The overture is a tone poem depicting Malvina’s vision, her father’s flight through the storm, and her cry of alarm. Father and daughter are reunited in the forest in an effective cavatina and duet (No. 1: ‘Ombres de mes aïeux’). The following scene is a Romantic tableau. The bards enter to a march rhythm, accompanied by clarinets, horns, bassoons and harps offstage (No. 2: ‘Le grand Fingal’); they sing a brief but bellicose allegro chorus (No. 3: ‘Nous bravons la tempête’); and another bloodthirsty chorus (No. 4: ‘Vers le palais de tes nobles ancêtres’). Castil-Blaze found in them the vigour and roughness the accents of a savage people demanded. The scene culminates in the Hymne du Soleil (‘Ô de Selma’), a beautiful andante quartet accompanied by two harps, two flutes, and two horns. Castil-Blaze thought the melodious ensemble was pleasantly varied by the harmony and strangeness of a series of perfect chords skillfully adjusted. This is one of the two best pieces in the little opera, and it remained a popular concert piece after Uthal left the stage. Castil-Blaze thought the hymn was delightful, heard as a serenade in the still of the night.

Uthal enters, searching for Malvina. His recitative (No. 5) opens with a sombre descending phrase on the basses and urgent stabbing phrases. Exhausted and tormented, he rests. His tragic, dark-hued andante romance ‘Tel que l’en voit sur nos montagnes’ is finely characterised, but contemporary critics thought a traitor ought not to sing lovely romances. Castil-Blaze thought the melody was too little varied; the musician sacrificed the singing to the orchestra.

Malvina enters, and asks the warrior for aid; day breaks gradually, and she recognizes her husband. The duet (No. 6: ‘Uthal! ô ciel! c’est Uthal!’) is an intense piece; Uthal tries to take his wife back with him by force, but is prevented by the arrival of Larmor and the bards; the scene erupts in an impressive stretta. The morceau d’ensemble (No. 7: ‘Brave vengeurs d’une juste querelle’) contains an imposing oath, but the war song is disappointingly tame.

The scene contains the Chant des Bardes (‘Près de Balva’), which begins as a lovely bass solo. This is the other highlight of the opera; Castil-Blaze thought it had the Ossianic colour: it recalls the traditions – or at least our idea of them – of the songs of ancient Caledonia.

Larmor’s men defeat Uthal in battle, and sing a victory chorus (No. 8: ‘Réjouis-toi, Morven’). The score labels the final number (No. 9: ‘Doux moments’) a chorus, but it’s really a quartet; this allegro piece is pleasantly calming after the storm and rages of the opera.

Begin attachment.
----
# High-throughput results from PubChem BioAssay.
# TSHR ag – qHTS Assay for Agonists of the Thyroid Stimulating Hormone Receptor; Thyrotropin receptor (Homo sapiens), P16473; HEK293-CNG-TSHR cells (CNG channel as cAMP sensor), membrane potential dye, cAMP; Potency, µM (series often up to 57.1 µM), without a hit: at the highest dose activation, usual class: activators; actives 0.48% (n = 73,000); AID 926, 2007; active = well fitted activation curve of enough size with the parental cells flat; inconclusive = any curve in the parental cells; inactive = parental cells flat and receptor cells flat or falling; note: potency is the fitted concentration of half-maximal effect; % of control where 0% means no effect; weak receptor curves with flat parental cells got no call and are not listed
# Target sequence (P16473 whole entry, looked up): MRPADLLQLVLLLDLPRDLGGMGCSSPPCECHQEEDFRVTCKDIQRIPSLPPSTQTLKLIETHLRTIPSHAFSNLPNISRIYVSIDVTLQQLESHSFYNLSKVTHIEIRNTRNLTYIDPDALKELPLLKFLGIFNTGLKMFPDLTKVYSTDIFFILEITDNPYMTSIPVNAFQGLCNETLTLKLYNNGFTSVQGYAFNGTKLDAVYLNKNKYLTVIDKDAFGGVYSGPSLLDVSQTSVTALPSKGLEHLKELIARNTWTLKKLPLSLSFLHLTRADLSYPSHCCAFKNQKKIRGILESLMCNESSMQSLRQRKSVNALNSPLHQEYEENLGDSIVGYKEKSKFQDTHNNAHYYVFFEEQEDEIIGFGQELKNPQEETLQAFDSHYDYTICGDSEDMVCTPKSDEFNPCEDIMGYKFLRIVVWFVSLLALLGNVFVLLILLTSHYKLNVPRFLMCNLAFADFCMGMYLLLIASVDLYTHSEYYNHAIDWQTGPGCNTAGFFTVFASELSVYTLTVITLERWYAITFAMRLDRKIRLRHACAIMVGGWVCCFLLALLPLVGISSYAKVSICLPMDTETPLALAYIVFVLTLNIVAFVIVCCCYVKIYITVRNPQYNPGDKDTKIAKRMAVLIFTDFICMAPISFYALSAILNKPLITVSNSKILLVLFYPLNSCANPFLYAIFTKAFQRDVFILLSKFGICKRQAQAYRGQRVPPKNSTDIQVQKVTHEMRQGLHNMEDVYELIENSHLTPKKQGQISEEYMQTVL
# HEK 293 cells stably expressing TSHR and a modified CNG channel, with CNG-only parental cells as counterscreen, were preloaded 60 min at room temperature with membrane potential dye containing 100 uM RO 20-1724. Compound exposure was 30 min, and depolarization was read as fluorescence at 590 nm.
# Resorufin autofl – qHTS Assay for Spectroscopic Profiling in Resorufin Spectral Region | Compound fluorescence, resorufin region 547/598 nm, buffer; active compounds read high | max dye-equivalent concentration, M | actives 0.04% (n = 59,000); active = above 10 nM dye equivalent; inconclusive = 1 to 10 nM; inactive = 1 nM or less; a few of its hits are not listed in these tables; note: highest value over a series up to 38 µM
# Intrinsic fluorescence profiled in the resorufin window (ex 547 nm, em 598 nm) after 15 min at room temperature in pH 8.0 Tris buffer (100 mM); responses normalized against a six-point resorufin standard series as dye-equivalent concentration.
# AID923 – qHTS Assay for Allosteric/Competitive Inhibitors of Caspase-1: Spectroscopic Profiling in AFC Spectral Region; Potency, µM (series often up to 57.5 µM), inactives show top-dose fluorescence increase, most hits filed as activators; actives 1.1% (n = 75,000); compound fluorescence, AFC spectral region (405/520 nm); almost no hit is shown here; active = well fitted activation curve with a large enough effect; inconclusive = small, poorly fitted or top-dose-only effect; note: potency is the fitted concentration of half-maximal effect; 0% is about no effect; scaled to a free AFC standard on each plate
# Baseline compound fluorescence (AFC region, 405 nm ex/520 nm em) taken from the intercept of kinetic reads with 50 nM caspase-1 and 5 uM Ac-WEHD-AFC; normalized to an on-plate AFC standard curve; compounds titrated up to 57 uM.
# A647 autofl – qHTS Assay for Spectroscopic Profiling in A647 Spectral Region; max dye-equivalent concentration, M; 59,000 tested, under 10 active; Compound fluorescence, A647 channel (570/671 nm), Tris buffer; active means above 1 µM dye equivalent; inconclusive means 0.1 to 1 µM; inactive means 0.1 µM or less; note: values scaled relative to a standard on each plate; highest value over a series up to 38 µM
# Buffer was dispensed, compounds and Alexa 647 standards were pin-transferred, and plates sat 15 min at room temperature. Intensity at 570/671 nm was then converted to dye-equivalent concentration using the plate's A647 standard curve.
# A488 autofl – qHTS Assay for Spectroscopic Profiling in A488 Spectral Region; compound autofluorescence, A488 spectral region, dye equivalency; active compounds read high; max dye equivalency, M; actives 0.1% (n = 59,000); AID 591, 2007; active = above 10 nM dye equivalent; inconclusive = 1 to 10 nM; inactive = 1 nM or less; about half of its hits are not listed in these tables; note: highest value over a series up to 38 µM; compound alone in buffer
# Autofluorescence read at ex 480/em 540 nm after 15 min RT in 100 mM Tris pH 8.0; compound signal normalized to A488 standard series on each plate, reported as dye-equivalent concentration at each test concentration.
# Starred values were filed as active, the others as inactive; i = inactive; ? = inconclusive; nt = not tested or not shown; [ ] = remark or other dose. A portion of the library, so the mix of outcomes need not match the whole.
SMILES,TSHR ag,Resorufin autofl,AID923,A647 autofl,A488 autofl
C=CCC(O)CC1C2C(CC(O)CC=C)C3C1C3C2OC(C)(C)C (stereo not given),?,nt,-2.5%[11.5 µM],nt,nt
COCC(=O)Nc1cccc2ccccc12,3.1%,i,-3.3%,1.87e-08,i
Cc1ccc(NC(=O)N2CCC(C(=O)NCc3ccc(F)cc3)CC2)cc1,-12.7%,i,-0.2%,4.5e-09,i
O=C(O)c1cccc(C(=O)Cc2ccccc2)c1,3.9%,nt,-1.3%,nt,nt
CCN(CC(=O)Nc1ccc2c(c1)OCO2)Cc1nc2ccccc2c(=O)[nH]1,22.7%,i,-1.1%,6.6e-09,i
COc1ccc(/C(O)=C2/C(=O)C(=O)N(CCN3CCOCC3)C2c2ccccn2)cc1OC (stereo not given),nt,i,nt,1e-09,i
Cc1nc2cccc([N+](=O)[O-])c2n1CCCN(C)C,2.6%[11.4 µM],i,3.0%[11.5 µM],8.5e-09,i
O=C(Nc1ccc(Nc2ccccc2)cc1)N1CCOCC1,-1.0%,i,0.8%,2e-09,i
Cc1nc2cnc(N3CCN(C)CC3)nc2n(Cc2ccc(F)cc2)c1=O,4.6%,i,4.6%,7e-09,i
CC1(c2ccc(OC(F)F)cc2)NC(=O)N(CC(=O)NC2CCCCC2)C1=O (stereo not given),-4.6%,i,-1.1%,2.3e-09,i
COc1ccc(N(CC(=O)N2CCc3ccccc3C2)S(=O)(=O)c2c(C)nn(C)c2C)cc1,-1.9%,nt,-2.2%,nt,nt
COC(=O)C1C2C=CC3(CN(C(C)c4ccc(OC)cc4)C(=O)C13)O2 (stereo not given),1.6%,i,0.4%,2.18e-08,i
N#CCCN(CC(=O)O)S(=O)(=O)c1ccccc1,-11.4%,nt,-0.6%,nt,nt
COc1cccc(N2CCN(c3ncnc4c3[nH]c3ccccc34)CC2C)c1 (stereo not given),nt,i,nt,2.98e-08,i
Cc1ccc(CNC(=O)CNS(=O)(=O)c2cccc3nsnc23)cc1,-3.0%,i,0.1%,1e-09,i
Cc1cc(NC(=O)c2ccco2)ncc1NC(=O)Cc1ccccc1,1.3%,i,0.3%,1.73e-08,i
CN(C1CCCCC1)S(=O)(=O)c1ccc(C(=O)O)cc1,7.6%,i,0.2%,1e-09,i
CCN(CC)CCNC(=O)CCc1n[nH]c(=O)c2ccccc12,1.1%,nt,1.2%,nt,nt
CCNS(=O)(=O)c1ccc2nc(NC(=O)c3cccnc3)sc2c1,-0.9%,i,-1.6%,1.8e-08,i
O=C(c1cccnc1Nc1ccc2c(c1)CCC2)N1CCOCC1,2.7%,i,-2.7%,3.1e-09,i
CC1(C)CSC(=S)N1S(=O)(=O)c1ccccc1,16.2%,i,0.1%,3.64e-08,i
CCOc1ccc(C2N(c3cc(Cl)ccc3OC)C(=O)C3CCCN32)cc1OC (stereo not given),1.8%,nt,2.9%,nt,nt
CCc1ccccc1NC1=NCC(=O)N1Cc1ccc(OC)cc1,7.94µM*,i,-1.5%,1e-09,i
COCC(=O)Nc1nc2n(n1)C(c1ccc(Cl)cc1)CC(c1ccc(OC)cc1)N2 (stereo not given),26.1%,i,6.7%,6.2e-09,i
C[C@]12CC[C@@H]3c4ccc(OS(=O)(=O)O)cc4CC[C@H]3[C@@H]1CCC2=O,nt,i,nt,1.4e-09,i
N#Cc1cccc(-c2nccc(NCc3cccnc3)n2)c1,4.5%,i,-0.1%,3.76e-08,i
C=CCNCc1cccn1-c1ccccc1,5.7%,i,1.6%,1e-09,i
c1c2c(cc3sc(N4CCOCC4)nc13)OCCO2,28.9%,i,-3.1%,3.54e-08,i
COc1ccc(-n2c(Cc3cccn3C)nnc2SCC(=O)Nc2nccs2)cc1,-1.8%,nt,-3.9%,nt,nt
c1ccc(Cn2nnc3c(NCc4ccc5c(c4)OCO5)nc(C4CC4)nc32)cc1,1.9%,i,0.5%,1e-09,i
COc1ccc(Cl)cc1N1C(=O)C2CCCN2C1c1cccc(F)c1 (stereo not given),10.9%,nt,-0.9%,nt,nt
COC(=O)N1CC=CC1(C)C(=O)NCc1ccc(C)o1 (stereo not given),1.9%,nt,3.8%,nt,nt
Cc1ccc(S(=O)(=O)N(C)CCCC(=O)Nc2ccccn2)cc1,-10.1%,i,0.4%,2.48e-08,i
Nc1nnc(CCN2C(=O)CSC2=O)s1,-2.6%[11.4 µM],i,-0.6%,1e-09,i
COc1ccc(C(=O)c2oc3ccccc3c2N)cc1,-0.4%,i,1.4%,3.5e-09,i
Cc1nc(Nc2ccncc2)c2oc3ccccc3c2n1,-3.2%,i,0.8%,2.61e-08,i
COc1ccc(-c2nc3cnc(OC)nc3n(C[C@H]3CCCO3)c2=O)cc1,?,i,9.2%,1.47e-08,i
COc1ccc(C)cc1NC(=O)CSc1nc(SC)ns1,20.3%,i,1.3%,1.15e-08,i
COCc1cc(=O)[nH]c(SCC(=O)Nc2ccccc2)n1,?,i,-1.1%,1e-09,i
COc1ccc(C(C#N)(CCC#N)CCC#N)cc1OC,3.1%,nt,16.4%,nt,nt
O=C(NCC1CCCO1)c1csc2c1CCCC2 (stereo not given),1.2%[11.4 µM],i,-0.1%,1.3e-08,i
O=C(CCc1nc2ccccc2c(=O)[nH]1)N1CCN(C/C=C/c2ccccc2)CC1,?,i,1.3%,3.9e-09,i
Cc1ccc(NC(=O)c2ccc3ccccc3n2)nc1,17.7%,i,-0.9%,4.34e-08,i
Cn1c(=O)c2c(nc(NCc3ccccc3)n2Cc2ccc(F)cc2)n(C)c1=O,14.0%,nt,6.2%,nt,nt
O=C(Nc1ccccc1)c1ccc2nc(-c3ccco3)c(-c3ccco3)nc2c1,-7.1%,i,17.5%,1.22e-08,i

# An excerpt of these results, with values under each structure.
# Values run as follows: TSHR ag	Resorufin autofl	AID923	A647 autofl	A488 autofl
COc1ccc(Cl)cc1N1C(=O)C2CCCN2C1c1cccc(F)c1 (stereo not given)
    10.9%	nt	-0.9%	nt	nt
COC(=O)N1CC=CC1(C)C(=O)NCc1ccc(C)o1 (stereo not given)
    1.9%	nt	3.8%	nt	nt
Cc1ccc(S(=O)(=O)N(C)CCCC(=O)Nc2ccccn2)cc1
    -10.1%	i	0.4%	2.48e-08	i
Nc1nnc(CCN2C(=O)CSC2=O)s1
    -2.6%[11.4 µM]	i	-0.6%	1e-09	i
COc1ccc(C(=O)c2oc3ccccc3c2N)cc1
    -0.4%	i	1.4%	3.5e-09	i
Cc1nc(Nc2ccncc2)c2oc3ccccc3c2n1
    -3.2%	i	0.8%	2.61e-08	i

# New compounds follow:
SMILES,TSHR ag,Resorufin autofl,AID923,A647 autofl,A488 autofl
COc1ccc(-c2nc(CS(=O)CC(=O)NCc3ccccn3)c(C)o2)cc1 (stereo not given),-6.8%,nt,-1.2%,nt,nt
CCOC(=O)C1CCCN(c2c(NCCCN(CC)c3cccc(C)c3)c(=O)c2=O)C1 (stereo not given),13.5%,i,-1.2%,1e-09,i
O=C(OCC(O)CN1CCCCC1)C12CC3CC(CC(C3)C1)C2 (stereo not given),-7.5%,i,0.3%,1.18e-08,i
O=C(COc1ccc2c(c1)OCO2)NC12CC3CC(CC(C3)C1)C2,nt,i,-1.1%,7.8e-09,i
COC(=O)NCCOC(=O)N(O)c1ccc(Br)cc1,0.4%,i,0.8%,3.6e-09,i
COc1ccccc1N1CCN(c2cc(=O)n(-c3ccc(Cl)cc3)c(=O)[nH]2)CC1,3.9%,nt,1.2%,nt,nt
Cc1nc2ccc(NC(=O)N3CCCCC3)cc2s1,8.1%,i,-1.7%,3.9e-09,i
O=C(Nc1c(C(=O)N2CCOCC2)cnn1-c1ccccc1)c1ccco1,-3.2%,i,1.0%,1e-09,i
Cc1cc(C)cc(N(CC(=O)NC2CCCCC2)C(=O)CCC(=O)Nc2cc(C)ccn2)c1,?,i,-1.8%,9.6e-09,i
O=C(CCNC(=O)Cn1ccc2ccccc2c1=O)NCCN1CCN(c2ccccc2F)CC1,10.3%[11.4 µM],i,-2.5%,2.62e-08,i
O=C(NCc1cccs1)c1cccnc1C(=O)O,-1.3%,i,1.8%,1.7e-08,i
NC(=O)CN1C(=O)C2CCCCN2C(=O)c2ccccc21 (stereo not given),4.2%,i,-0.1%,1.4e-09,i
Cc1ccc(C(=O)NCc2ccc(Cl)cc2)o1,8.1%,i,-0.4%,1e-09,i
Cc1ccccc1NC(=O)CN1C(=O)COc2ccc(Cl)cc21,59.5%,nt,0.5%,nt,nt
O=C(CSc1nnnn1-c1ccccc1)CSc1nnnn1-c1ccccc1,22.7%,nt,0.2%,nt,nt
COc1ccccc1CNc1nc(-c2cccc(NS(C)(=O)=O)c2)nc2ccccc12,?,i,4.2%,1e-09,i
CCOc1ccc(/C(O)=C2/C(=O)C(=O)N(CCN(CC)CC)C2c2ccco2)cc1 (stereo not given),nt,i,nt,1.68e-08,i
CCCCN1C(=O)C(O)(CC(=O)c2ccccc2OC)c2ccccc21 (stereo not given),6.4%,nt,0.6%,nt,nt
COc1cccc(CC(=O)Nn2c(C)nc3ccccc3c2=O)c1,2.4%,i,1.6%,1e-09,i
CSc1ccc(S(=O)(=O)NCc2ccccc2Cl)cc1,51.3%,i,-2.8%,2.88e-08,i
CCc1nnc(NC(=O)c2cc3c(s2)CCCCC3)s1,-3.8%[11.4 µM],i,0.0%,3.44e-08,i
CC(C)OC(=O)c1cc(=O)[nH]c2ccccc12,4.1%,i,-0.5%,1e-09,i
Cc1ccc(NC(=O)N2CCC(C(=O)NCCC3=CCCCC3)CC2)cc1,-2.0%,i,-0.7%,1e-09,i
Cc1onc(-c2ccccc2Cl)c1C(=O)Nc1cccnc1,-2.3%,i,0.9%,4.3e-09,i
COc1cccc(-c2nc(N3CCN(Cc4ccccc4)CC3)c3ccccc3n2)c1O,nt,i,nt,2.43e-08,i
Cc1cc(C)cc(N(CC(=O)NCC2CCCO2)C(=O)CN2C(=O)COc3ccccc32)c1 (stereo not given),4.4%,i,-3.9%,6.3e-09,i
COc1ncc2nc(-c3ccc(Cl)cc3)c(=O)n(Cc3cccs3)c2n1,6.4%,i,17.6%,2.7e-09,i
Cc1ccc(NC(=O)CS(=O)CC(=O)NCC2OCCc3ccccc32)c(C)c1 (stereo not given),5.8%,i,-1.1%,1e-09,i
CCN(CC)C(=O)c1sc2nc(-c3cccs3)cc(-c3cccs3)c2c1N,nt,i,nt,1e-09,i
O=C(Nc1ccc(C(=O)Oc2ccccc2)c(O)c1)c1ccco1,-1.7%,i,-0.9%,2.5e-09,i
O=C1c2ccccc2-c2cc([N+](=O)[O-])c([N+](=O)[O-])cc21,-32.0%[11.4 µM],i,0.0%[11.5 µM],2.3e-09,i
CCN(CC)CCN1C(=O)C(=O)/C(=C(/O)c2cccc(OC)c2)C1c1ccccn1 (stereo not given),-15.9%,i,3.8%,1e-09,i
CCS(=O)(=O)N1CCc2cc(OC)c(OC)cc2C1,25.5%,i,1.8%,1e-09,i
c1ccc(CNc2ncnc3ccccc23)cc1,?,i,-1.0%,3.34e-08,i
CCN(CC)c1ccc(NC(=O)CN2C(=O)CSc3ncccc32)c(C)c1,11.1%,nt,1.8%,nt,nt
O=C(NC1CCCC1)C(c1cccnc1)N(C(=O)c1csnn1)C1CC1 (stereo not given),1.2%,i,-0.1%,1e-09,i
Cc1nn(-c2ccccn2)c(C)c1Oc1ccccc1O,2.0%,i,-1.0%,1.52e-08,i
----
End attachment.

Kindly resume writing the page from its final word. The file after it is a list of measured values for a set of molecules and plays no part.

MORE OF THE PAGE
The work was a succès d’estime, critically praised but lasting only 15 performances. Le Mémorial dramatique found in it noble and pure songs, great effects of harmony, everything to produce the charm and illusion that suit Ossian’s poems. The Journal de Paris thought the work perhaps too serious for the Opéra-Comique theatre, but praised the arias and ensemble pieces (except for a few romances), all of an elevated style and the most skillful craftsmanship. Nevertheless, Castil-Blaze thought, the uniformity of colour, and the slim interest of the plot, prevented Méhul’s new work from achieving lasting success, even though it was produced in a time when bards and Caledonian subjects were fashionable.

The work was resurrected in 1973 by the BBC, and in 2015 by Bru Zane as part of their Opéra français series.


SUGGESTED RECORDING

LISTEN TO: Karine Deshayes (Malvina), Yann Beuron (Uthal), Jean-Sébastien Bou (Larmor), Sébastien Droy (Ullin), and Philippe-Nicolas Martin (le Chef des Bardes), with Les Talens Lyriques and Chœur de Chambre de Namur conducted by Philippe Rousset. Versailles, 2015. Palazzetto Bru Zane, 2016.

Philippe Rousset talks about the opera

WORKS CONSULTED

  • Hector Berlioz, “Les opéras de Méhul (deuxième article)”, Le Nouvelliste, 19 September 1851
  • Castil-Blaze, Méhul”, Revue de Paris, 1834 (two parts)
  • F.-J. Fétis, Biographie universelle des musiciens (2ème édition), Paris : Librairie de Firmin Didot Frères, Fils et Cie., 1869
  • Arthur Pougin, “Méhul – sa vie, son génie, son caractère – XII”, Le Ménestrel, 19 October 1884
  • M. Quatremère-de-Quincey, Secrétaire-perpétuel de l’Académie, Notice historique sur la vie et les ouvrages de M. Méhul, read at the Séance publique de l’Académie royale des beaux-arts, 2 October 1819
  • “Théâtre national de l’Opéra-Comique : Seconde représentation d’Uthal”, Journal de l’Empire, 21 May 1806
  • “Ossian’s Dream”, https://www.napoleon.org/en/history-of-the-two-empires/paintings/ossians-dream-le-songe-dossian/
  • “Ossian”, Wikipedia, https://en.wikipedia.org/wiki/Ossian#Authenticity_debate